ʻUala fair brings curious teachers, students, families


Photo by Kimani Fernandez-Roy

The freshman biology class presented their ʻuala projects at the ʻuala fair in Keʻeaumokupāpaʻiaheahe dining hall Thursday, May 18, 2017. Sierra Tanouye presents her project on healthy dog treats to Ms. Holderbaum.

The freshman biology class this semester held an ʻuala fair in Keʻeaumokupāpaʻiaheahe dining hall Thursday, May 18, 2017.

With students presenting on a variety of topics related to ʻuala (sweet potato), including dog treats, healthy foods, and face creams, the dining hall was filled with an atmosphere of learning.

Students in Ms. Holderbaum’s first period began setting up the dining hall for the fair the moment school began. With them, many parents came to help their children with preparations.

With the displays in place, Ms. Holderbaum went around the hall asking questions of each student.

Freshman Kanoe Kahahane sets up her project with the help from her mother.
Photo by Kimani Fernandez-Roy
Freshman Kanoe Kahahane sets up her project with the help of her mother.

However, students not only presented their projects to Ms. Holderbaum, teachers, faculty, parents, and other students would later walk around the hall curious to know about the projects that each student created.

The students had no trouble answering questions, and some even volunteered to explain their projects to passing individuals.

People seemed to have a good time while they were there.

“It was super fun and super interesting, I didnʻt expect a bunch of freshmen to come up with such good ideas,” freshman Tatiana Soon said.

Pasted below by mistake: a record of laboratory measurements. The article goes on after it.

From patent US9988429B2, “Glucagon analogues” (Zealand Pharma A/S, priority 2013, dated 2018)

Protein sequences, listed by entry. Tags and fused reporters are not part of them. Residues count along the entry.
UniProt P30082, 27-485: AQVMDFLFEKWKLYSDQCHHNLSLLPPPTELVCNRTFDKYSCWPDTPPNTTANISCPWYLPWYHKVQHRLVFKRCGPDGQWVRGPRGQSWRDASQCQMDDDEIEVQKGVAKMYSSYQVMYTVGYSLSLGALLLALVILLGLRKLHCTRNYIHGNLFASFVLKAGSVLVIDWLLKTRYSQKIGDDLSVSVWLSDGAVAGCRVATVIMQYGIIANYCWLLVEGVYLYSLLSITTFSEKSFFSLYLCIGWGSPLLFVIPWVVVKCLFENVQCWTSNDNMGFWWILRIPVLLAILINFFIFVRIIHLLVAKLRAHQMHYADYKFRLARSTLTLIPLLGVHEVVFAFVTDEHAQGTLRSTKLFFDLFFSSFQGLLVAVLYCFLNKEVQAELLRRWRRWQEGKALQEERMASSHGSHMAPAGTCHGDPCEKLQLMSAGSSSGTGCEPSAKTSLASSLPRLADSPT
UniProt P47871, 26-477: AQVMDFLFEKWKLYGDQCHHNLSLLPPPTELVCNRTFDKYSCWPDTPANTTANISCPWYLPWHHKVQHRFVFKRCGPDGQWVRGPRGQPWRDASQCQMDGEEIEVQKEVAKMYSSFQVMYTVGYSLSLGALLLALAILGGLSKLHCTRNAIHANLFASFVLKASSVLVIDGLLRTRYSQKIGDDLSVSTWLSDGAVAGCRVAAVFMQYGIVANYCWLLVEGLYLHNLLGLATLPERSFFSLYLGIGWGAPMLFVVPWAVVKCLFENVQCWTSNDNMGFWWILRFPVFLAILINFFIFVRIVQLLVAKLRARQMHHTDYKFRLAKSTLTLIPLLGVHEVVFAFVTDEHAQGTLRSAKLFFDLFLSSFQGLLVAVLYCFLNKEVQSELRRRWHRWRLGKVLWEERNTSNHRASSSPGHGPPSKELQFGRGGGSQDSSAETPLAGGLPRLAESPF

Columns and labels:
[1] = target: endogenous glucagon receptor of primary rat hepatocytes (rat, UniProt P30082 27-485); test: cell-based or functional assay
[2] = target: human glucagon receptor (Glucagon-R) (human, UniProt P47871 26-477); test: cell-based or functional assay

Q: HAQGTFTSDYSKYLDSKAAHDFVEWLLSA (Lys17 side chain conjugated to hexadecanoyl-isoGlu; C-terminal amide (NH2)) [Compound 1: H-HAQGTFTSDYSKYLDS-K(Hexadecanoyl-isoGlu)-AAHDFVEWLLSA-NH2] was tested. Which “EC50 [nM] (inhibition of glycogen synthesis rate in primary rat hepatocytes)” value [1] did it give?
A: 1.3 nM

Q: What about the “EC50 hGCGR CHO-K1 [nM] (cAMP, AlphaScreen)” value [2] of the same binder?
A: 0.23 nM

In addition, the food that the students provided as samples of their projects were “really good,” freshman Carley Martin said.

The freshman had a lot of freedom in choosing their projects.

“This project was a personal interest project, so they could choose anything they wanted to pursue,” Ms. Holderbaum said.

They have been working on nā ʻuala māla at Kapikohānaiāmālama since the start of the second semester, and Ms. Holderbaum thought it would be great for the students to make “one last personal tie” to ʻuala.

“Itʻs really easy to actually complete a project that you put your mind to,” freshman Sierra Tanouye said.

Tanouye explained how easy it was for her to complete her project on ʻuala dog treats because of the passion she has for helping and taking care of animals. Through the process, she also learned how important and healthy ʻuala is and she said that people should start eating it more.

Also, Ms. Holderbaum hopes that they have learned not only about ʻuala, but also important life lessons and qualities, such as self-confidence and learning to value your work.

Although the students learned a lot through the project, Mss. Holderbaum said she learned some things as well.

“I never wouldʻve expected dog treats, or face cream, or muscle relaxant, or even ʻuala powder,” she said.